Help Who You Can; Help More Than You Can

Help Who You Can; Help More Than You Can

Who do we help? Do we help everyone who expresses the need for help? What about those who need help but don't ask for it? What about people who don't need help and ask for it?

There seems to be a prevailing thought that we should help less people because there are a percentage that are “gaming” the system meant to help those in need. Of course no one will ever say that we should stop helping people all together, just make it so less people are able to get through in order to receive help.



Josh and I had a pre-recording conversation (that should have been recorded) where I basically ended up asking him “who is my neighbor” and if it mattered if what I gave in an effort to help was miss used. That is what it comes down to “stop people from misusing the aid that they are given.” People say that you shouldn't give money to the homeless because of what they could use it for. So I asked Josh if he thought that it was okay for me to give money (in my scenario I said about the ‘safety 20’ that people often have tucked away in their wallet) to a homeless person who could buy “drugs and alcohol” with it (I reject that stereotype about homeless people but I was using it for this argument that is often used). Josh asked a very important question at that point: “why are you giving the money? Is it because you feel guilty and you are doing it to ease your conscience so that you don't have to do anything else or are you giving because you are supposed to help people.” He’s right, we often throw money at something we don't want to actually have to face or think about.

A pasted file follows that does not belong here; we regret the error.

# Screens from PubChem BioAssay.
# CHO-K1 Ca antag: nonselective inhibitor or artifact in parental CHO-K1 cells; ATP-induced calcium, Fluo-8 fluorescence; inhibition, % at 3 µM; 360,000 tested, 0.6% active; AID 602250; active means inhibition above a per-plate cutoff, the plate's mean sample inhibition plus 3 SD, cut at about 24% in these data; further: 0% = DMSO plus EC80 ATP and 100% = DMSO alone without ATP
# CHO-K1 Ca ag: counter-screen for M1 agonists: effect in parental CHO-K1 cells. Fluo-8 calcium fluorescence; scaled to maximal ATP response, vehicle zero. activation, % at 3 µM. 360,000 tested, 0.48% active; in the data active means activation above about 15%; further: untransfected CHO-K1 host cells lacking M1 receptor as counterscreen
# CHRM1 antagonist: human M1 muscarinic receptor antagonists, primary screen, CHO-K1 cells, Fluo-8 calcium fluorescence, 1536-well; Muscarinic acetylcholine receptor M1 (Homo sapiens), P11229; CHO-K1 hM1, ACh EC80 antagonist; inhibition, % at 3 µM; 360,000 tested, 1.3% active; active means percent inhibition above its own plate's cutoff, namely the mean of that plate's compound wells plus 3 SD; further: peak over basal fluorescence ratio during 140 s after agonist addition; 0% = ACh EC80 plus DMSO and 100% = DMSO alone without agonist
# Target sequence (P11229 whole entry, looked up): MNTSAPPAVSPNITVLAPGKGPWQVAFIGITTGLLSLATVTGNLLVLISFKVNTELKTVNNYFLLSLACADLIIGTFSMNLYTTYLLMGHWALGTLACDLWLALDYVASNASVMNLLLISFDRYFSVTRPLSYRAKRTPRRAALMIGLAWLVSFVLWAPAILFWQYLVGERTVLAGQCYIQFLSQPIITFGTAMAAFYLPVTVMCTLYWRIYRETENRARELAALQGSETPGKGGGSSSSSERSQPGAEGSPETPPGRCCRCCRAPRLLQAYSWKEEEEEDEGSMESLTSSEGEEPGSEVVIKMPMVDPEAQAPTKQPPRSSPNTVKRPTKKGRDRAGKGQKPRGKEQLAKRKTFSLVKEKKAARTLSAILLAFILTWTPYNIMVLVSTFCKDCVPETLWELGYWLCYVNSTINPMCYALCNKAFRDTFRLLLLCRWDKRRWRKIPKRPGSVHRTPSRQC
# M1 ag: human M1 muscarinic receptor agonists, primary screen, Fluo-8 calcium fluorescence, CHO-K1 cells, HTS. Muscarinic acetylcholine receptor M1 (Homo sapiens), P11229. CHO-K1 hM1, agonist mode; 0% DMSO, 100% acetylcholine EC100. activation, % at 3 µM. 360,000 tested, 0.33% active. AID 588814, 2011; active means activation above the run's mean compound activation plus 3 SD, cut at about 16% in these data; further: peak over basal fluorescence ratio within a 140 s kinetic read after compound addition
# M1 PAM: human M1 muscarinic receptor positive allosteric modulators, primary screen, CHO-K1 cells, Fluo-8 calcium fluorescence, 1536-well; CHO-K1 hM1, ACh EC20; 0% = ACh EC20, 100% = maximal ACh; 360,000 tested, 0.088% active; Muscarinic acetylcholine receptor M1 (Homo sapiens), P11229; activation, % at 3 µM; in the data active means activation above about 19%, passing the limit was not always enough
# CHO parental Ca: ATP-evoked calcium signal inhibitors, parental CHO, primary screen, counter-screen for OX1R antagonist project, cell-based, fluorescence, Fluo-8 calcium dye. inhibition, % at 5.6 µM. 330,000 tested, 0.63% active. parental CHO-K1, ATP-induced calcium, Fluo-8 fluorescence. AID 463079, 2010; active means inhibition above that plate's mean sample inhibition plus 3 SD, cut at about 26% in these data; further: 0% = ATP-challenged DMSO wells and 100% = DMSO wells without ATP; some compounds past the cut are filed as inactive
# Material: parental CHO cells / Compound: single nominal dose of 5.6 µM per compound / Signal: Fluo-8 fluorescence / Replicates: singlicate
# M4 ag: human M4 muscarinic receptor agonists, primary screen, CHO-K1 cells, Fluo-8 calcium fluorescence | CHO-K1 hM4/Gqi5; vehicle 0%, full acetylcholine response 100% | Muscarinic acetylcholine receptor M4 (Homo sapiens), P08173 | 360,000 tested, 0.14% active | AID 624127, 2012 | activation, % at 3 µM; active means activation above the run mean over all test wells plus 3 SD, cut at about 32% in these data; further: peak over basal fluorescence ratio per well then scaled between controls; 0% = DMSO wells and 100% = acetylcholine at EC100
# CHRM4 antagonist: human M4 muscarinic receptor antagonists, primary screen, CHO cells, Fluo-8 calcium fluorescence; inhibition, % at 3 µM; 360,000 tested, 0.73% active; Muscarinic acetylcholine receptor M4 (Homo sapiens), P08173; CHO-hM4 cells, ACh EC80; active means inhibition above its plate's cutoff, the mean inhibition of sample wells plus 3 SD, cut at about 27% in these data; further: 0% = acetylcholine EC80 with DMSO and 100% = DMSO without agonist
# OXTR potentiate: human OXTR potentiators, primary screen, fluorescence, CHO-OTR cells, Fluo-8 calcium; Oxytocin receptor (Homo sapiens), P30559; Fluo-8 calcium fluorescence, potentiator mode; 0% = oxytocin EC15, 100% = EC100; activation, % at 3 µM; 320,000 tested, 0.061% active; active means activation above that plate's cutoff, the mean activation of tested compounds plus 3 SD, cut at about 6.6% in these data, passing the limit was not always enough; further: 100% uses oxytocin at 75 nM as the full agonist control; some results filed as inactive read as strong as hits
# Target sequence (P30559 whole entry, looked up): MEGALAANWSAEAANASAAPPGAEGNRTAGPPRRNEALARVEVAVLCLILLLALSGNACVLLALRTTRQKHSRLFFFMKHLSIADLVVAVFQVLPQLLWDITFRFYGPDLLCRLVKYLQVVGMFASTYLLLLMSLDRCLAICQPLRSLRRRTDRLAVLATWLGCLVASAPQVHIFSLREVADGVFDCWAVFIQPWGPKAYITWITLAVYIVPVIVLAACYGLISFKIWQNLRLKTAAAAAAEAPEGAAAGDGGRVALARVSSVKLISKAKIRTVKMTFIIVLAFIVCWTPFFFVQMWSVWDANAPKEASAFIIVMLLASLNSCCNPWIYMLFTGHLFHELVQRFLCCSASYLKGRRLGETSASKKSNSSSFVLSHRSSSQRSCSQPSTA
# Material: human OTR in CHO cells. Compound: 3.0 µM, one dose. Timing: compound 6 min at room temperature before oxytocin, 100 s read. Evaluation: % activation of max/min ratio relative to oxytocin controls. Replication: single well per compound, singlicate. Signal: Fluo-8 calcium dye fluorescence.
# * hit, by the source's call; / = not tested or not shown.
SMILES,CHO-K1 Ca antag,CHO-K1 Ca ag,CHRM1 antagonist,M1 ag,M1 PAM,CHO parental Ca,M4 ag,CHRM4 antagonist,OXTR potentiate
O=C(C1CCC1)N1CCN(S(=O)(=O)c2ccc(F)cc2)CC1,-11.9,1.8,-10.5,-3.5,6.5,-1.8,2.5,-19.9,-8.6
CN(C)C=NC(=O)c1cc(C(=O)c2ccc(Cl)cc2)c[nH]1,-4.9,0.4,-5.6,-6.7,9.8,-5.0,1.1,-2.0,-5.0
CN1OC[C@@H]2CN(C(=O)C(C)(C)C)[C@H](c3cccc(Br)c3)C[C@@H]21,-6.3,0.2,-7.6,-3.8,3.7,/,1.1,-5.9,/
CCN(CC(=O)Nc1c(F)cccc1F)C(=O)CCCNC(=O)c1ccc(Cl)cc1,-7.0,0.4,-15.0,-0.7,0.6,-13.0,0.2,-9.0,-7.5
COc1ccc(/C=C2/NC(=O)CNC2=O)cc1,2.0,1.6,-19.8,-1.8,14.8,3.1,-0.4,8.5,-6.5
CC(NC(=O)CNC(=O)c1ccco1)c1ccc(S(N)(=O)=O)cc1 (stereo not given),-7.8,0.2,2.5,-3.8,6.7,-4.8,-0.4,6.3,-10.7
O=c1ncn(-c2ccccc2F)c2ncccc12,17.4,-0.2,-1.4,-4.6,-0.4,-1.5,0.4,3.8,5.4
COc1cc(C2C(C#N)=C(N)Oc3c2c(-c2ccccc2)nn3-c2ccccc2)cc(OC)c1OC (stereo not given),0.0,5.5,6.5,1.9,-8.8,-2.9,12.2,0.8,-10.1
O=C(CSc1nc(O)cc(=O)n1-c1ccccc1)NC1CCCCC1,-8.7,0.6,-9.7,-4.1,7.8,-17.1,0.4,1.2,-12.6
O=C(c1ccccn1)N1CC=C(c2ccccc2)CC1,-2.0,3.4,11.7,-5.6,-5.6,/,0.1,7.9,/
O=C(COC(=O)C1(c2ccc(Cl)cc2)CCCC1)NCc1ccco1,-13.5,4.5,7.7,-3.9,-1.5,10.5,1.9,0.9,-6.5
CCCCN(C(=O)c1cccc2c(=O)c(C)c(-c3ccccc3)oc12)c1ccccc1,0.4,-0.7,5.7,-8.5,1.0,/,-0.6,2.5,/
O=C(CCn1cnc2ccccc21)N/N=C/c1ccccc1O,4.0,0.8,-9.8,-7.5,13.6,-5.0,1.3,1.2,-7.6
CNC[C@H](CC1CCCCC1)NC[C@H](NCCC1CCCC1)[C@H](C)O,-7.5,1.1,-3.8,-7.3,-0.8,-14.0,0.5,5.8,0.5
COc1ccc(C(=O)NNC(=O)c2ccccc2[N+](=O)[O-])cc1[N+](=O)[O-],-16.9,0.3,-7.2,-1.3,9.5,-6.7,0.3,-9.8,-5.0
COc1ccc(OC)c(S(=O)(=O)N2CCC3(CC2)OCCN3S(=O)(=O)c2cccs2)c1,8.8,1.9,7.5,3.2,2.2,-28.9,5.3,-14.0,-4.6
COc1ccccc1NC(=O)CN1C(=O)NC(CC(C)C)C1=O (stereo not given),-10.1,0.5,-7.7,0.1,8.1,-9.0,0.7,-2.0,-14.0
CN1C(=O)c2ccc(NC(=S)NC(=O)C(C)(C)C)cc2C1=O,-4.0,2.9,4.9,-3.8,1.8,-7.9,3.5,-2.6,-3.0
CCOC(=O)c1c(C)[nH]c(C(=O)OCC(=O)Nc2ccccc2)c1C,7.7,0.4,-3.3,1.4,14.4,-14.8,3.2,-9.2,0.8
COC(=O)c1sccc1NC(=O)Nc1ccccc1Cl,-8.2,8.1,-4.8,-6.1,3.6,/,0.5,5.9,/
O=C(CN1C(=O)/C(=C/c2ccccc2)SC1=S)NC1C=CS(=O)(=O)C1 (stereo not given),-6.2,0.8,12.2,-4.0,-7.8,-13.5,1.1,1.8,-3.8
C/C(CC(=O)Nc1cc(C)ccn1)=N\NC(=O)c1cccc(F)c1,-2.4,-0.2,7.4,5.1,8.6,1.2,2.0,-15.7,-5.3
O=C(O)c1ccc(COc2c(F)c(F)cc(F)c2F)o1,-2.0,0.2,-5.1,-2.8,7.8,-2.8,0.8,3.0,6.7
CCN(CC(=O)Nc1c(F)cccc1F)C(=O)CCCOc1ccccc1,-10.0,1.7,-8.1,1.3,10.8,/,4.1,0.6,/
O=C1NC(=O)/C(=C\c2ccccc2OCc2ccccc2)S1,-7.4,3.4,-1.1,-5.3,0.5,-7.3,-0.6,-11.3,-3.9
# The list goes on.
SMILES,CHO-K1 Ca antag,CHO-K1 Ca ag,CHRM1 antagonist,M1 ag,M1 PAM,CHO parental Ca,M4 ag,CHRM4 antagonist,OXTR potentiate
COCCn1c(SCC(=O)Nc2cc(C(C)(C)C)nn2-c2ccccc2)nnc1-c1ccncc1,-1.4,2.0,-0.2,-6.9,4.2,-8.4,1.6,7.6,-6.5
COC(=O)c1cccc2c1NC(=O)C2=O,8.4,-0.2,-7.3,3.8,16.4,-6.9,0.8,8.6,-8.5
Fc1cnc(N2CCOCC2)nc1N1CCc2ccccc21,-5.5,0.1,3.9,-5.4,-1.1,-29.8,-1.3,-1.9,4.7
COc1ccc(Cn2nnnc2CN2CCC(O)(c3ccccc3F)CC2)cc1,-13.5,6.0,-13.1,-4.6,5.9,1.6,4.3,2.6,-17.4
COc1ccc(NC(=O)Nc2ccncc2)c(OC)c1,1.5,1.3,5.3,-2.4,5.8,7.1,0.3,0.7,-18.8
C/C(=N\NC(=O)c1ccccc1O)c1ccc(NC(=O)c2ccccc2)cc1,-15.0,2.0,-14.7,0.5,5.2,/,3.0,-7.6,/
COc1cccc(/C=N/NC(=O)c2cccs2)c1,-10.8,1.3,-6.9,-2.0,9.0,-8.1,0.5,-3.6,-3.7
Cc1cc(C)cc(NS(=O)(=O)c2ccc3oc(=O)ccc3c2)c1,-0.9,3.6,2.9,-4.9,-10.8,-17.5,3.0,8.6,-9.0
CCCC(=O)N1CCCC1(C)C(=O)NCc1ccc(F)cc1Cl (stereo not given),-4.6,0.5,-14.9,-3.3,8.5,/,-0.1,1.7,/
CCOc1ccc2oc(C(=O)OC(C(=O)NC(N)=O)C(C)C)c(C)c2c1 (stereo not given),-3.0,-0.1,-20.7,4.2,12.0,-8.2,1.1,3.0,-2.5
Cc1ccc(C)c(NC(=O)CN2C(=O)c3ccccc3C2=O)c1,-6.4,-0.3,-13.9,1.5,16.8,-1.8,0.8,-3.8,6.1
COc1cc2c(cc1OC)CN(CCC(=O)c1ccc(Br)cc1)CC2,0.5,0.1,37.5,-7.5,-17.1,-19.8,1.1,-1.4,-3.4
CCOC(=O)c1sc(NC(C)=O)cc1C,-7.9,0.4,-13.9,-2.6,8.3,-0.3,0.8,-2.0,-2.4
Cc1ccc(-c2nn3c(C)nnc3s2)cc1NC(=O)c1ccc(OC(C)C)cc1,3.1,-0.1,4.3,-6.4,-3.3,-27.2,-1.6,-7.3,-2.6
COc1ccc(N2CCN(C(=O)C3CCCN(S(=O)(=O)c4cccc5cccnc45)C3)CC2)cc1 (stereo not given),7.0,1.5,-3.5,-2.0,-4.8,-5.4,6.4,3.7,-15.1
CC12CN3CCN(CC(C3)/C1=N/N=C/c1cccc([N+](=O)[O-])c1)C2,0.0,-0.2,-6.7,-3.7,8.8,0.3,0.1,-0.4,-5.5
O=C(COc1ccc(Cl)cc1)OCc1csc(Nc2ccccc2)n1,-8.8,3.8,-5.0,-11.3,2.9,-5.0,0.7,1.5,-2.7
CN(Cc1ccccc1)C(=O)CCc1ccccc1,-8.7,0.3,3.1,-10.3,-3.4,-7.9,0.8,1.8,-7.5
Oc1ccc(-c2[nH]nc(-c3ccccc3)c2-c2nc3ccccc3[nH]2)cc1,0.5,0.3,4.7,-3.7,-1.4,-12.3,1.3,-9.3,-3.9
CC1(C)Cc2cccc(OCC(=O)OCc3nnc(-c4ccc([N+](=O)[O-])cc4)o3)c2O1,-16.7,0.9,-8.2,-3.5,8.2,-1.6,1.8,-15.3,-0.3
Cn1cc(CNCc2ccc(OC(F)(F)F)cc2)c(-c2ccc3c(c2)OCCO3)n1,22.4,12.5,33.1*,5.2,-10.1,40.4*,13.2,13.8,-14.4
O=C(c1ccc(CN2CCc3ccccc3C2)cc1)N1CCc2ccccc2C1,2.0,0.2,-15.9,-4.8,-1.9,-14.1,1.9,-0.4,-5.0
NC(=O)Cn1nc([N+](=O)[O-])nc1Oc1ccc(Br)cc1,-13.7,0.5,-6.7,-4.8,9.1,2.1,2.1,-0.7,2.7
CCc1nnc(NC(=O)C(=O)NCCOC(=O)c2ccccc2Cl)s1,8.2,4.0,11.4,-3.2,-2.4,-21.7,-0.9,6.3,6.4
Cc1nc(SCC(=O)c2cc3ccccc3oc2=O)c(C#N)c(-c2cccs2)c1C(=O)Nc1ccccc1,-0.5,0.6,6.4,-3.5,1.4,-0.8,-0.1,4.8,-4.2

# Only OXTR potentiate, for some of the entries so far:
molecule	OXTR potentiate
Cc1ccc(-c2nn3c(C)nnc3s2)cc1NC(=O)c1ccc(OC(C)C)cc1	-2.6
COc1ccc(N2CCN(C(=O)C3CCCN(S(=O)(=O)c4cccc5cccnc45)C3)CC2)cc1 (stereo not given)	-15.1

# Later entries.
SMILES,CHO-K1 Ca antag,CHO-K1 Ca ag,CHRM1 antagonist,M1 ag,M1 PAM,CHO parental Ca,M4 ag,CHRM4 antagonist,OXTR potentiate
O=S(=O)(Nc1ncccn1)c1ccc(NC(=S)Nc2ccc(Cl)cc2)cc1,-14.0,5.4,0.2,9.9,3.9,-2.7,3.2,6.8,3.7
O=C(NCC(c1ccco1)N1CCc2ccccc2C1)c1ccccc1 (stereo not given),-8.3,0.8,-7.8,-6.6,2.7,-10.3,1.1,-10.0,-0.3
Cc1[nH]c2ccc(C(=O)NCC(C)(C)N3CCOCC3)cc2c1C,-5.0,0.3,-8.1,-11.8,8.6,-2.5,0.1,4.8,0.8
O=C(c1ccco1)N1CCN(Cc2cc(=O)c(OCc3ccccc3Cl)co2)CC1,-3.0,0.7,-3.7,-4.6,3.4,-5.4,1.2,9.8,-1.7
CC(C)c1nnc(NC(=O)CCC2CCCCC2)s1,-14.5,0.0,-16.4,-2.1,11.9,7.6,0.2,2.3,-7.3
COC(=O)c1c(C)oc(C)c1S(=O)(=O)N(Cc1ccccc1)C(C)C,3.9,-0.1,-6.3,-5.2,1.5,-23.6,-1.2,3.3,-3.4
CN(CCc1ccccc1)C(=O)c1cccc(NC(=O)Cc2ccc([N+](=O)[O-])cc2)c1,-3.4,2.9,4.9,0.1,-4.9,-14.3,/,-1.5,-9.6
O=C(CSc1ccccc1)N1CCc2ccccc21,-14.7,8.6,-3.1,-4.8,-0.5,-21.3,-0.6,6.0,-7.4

The same goes for government funded help. We want the government to help the people who need help (especially if it is us who needs help) but we don't want any of that money to help people to be taken from us. “It’s the government’s job” to find the money and to help the people, is just another cop-out.

As Christians we should want to help those who need help, no strings attached. Helping people should not be a means to getting people to go to your church. We should just want to help people. If they want to know why we want to help, well then we can tell them about the hope and love we have in Jesus. Jesus time after time met physical needs and spiritual needs. Some of my greatest experiences have come from helping people and that’s not even the goal!
If your goal is to add numbers to your church, that does not mean your goal is to love as Jesus loved. Jesus says, “Truly, I say to you, as you did it to one of the least of these my brothers, you did it to me.” Are we claiming to know Jesus but have not done any for the lease of these? This hurts me. It’s not the helping people that saves us, but if we have been saved how can we not help people?

How can we love the people that God loves if we are not willing to help? How can we say that we know our Creator? We have extravagant buildings and have expensive programs all just to keep the status quo, but we forget the kind of ministry that Jesus lead. We, as Christians, have associated Christ with apathy and disdain for those in need, but the life of Jesus sends a much different message. As I write this, I cannot help to cry and cry out for those who we are not helping and for those whom we have given the wrong message about Jesus.

I want to be in a position to help people (that’s another cop-out), but I have to follow Jesus to know how I can help now and in the future. As Empty Church grows as an organization, we will be able to help more people, but I have a personal responsibility to help who I can and help more than I think I can.

I personally want to strive to be in a place where if Jesus tells me to sell everything, give it all the poor, and follow Him that I would. I don't want to walk away disappointed.

About the Author | Sean Kready
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An imperfect Christian, who sins on the daily, but tries to share his journey so that we all might know God better. This is our offering. An act of worship.


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This American Church
A place for exploring the Church in the American context. Issues may get political, cultural, and philosophical — but it’s always personal.

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